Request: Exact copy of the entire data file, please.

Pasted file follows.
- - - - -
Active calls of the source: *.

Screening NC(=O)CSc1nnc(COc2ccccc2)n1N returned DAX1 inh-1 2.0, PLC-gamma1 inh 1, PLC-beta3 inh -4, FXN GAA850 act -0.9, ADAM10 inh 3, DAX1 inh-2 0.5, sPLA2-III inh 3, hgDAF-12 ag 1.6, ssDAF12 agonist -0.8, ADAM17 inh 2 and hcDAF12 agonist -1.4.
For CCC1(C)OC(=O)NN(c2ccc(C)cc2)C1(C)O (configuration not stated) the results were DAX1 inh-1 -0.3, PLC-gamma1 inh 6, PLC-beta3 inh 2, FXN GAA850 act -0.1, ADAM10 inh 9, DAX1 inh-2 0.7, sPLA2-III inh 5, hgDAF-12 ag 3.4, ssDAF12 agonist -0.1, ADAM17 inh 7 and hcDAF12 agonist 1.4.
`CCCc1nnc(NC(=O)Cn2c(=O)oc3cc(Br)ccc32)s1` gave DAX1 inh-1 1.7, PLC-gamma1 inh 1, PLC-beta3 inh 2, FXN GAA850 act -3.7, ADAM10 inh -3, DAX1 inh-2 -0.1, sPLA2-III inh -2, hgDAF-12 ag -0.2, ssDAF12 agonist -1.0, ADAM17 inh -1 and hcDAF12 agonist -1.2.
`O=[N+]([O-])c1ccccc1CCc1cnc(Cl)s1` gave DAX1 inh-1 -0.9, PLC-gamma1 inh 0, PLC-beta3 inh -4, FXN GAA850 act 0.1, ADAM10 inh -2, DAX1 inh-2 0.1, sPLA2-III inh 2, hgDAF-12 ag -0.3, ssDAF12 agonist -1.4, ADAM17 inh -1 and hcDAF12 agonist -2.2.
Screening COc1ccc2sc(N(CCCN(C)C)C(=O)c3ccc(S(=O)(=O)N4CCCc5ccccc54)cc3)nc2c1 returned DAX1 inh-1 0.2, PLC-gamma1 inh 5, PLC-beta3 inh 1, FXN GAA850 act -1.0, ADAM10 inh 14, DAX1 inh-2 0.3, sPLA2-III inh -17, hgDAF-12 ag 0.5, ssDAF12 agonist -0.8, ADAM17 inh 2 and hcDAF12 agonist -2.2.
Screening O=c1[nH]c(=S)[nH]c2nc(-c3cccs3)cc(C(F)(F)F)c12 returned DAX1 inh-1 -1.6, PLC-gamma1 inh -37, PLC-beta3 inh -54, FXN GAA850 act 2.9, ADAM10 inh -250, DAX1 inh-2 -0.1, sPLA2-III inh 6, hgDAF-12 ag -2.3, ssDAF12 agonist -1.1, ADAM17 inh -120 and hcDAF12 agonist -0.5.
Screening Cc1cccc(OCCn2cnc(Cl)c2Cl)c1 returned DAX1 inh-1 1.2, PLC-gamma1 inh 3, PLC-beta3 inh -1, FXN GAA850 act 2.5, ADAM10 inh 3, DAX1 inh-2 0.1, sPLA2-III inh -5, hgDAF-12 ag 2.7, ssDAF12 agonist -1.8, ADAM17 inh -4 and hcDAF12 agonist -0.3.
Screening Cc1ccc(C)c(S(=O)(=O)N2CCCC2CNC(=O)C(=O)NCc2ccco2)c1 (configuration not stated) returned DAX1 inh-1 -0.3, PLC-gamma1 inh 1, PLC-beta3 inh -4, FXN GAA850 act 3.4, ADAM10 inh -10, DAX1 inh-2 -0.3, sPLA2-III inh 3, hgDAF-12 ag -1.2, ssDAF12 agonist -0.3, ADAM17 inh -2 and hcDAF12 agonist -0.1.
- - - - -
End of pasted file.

Active calls of the source: *.

Screening NC(=O)CSc1nnc(COc2ccccc2)n1N returned DAX1 inh-1 2.0, PLC-gamma1 inh 1, PLC-beta3 inh -4, FXN GAA850 act -0.9, ADAM10 inh 3, DAX1 inh-2 0.5, sPLA2-III inh 3, hgDAF-12 ag 1.6, ssDAF12 agonist -0.8, ADAM17 inh 2 and hcDAF12 agonist -1.4.
For CCC1(C)OC(=O)NN(c2ccc(C)cc2)C1(C)O (configuration not stated) the results were DAX1 inh-1 -0.3, PLC-gamma1 inh 6, PLC-beta3 inh 2, FXN GAA850 act -0.1, ADAM10 inh 9, DAX1 inh-2 0.7, sPLA2-III inh 5, hgDAF-12 ag 3.4, ssDAF12 agonist -0.1, ADAM17 inh 7 and hcDAF12 agonist 1.4.
`CCCc1nnc(NC(=O)Cn2c(=O)oc3cc(Br)ccc32)s1` gave DAX1 inh-1 1.7, PLC-gamma1 inh 1, PLC-beta3 inh 2, FXN GAA850 act -3.7, ADAM10 inh -3, DAX1 inh-2 -0.1, sPLA2-III inh -2, hgDAF-12 ag -0.2, ssDAF12 agonist -1.0, ADAM17 inh -1 and hcDAF12 agonist -1.2.
`O=[N+]([O-])c1ccccc1CCc1cnc(Cl)s1` gave DAX1 inh-1 -0.9, PLC-gamma1 inh 0, PLC-beta3 inh -4, FXN GAA850 act 0.1, ADAM10 inh -2, DAX1 inh-2 0.1, sPLA2-III inh 2, hgDAF-12 ag -0.3, ssDAF12 agonist -1.4, ADAM17 inh -1 and hcDAF12 agonist -2.2.
Screening COc1ccc2sc(N(CCCN(C)C)C(=O)c3ccc(S(=O)(=O)N4CCCc5ccccc54)cc3)nc2c1 returned DAX1 inh-1 0.2, PLC-gamma1 inh 5, PLC-beta3 inh 1, FXN GAA850 act -1.0, ADAM10 inh 14, DAX1 inh-2 0.3, sPLA2-III inh -17, hgDAF-12 ag 0.5, ssDAF12 agonist -0.8, ADAM17 inh 2 and hcDAF12 agonist -2.2.
Screening O=c1[nH]c(=S)[nH]c2nc(-c3cccs3)cc(C(F)(F)F)c12 returned DAX1 inh-1 -1.6, PLC-gamma1 inh -37, PLC-beta3 inh -54, FXN GAA850 act 2.9, ADAM10 inh -250, DAX1 inh-2 -0.1, sPLA2-III inh 6, hgDAF-12 ag -2.3, ssDAF12 agonist -1.1, ADAM17 inh -120 and hcDAF12 agonist -0.5.
Screening Cc1cccc(OCCn2cnc(Cl)c2Cl)c1 returned DAX1 inh-1 1.2, PLC-gamma1 inh 3, PLC-beta3 inh -1, FXN GAA850 act 2.5, ADAM10 inh 3, DAX1 inh-2 0.1, sPLA2-III inh -5, hgDAF-12 ag 2.7, ssDAF12 agonist -1.8, ADAM17 inh -4 and hcDAF12 agonist -0.3.
Screening Cc1ccc(C)c(S(=O)(=O)N2CCCC2CNC(=O)C(=O)NCc2ccco2)c1 (configuration not stated) returned DAX1 inh-1 -0.3, PLC-gamma1 inh 1, PLC-beta3 inh -4, FXN GAA850 act 3.4, ADAM10 inh -10, DAX1 inh-2 -0.3, sPLA2-III inh 3, hgDAF-12 ag -1.2, ssDAF12 agonist -0.3, ADAM17 inh -2 and hcDAF12 agonist -0.1.